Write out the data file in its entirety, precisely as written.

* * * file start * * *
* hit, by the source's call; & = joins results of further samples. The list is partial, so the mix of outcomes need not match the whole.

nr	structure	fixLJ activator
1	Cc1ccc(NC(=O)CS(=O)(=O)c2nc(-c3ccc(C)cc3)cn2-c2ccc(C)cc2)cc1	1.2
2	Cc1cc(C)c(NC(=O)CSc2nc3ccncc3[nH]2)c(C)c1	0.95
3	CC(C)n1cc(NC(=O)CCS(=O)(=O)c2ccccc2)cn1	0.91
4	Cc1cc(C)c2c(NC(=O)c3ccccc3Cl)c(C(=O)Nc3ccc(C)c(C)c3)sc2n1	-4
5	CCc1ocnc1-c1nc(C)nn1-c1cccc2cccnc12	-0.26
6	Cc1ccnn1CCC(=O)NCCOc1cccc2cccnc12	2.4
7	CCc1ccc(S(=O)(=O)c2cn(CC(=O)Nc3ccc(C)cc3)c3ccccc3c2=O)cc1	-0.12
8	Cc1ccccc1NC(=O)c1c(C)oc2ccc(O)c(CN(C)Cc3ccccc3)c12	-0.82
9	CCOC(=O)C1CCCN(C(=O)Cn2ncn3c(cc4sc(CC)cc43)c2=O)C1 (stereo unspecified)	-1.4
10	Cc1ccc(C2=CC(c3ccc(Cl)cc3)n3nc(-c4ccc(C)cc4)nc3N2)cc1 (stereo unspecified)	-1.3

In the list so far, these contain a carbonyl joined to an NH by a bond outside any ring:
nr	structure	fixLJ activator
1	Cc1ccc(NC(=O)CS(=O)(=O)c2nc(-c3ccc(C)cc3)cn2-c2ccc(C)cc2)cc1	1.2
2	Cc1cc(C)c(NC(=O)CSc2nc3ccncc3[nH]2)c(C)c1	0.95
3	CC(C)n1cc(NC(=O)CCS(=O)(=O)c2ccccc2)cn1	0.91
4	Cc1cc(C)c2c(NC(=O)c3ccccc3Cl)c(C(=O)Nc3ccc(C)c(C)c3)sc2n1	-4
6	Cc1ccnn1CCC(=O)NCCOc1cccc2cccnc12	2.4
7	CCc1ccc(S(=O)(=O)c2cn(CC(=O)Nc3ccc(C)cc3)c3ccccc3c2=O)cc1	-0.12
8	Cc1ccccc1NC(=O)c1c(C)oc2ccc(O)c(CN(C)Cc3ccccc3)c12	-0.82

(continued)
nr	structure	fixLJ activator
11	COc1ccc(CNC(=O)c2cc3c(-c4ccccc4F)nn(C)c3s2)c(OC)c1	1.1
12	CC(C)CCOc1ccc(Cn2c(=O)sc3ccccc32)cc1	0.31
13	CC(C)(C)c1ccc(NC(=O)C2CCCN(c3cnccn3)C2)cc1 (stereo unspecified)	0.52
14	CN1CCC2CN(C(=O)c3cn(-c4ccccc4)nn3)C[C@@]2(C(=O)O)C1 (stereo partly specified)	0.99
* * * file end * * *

* hit, by the source's call; & = joins results of further samples. The list is partial, so the mix of outcomes need not match the whole.

nr	structure	fixLJ activator
1	Cc1ccc(NC(=O)CS(=O)(=O)c2nc(-c3ccc(C)cc3)cn2-c2ccc(C)cc2)cc1	1.2
2	Cc1cc(C)c(NC(=O)CSc2nc3ccncc3[nH]2)c(C)c1	0.95
3	CC(C)n1cc(NC(=O)CCS(=O)(=O)c2ccccc2)cn1	0.91
4	Cc1cc(C)c2c(NC(=O)c3ccccc3Cl)c(C(=O)Nc3ccc(C)c(C)c3)sc2n1	-4
5	CCc1ocnc1-c1nc(C)nn1-c1cccc2cccnc12	-0.26
6	Cc1ccnn1CCC(=O)NCCOc1cccc2cccnc12	2.4
7	CCc1ccc(S(=O)(=O)c2cn(CC(=O)Nc3ccc(C)cc3)c3ccccc3c2=O)cc1	-0.12
8	Cc1ccccc1NC(=O)c1c(C)oc2ccc(O)c(CN(C)Cc3ccccc3)c12	-0.82
9	CCOC(=O)C1CCCN(C(=O)Cn2ncn3c(cc4sc(CC)cc43)c2=O)C1 (stereo unspecified)	-1.4
10	Cc1ccc(C2=CC(c3ccc(Cl)cc3)n3nc(-c4ccc(C)cc4)nc3N2)cc1 (stereo unspecified)	-1.3

In the list so far, these contain a carbonyl joined to an NH by a bond outside any ring:
nr	structure	fixLJ activator
1	Cc1ccc(NC(=O)CS(=O)(=O)c2nc(-c3ccc(C)cc3)cn2-c2ccc(C)cc2)cc1	1.2
2	Cc1cc(C)c(NC(=O)CSc2nc3ccncc3[nH]2)c(C)c1	0.95
3	CC(C)n1cc(NC(=O)CCS(=O)(=O)c2ccccc2)cn1	0.91
4	Cc1cc(C)c2c(NC(=O)c3ccccc3Cl)c(C(=O)Nc3ccc(C)c(C)c3)sc2n1	-4
6	Cc1ccnn1CCC(=O)NCCOc1cccc2cccnc12	2.4
7	CCc1ccc(S(=O)(=O)c2cn(CC(=O)Nc3ccc(C)cc3)c3ccccc3c2=O)cc1	-0.12
8	Cc1ccccc1NC(=O)c1c(C)oc2ccc(O)c(CN(C)Cc3ccccc3)c12	-0.82

(continued)
nr	structure	fixLJ activator
11	COc1ccc(CNC(=O)c2cc3c(-c4ccccc4F)nn(C)c3s2)c(OC)c1	1.1
12	CC(C)CCOc1ccc(Cn2c(=O)sc3ccccc32)cc1	0.31
13	CC(C)(C)c1ccc(NC(=O)C2CCCN(c3cnccn3)C2)cc1 (stereo unspecified)	0.52
14	CN1CCC2CN(C(=O)c3cn(-c4ccccc4)nn3)C[C@@]2(C(=O)O)C1 (stereo partly specified)	0.99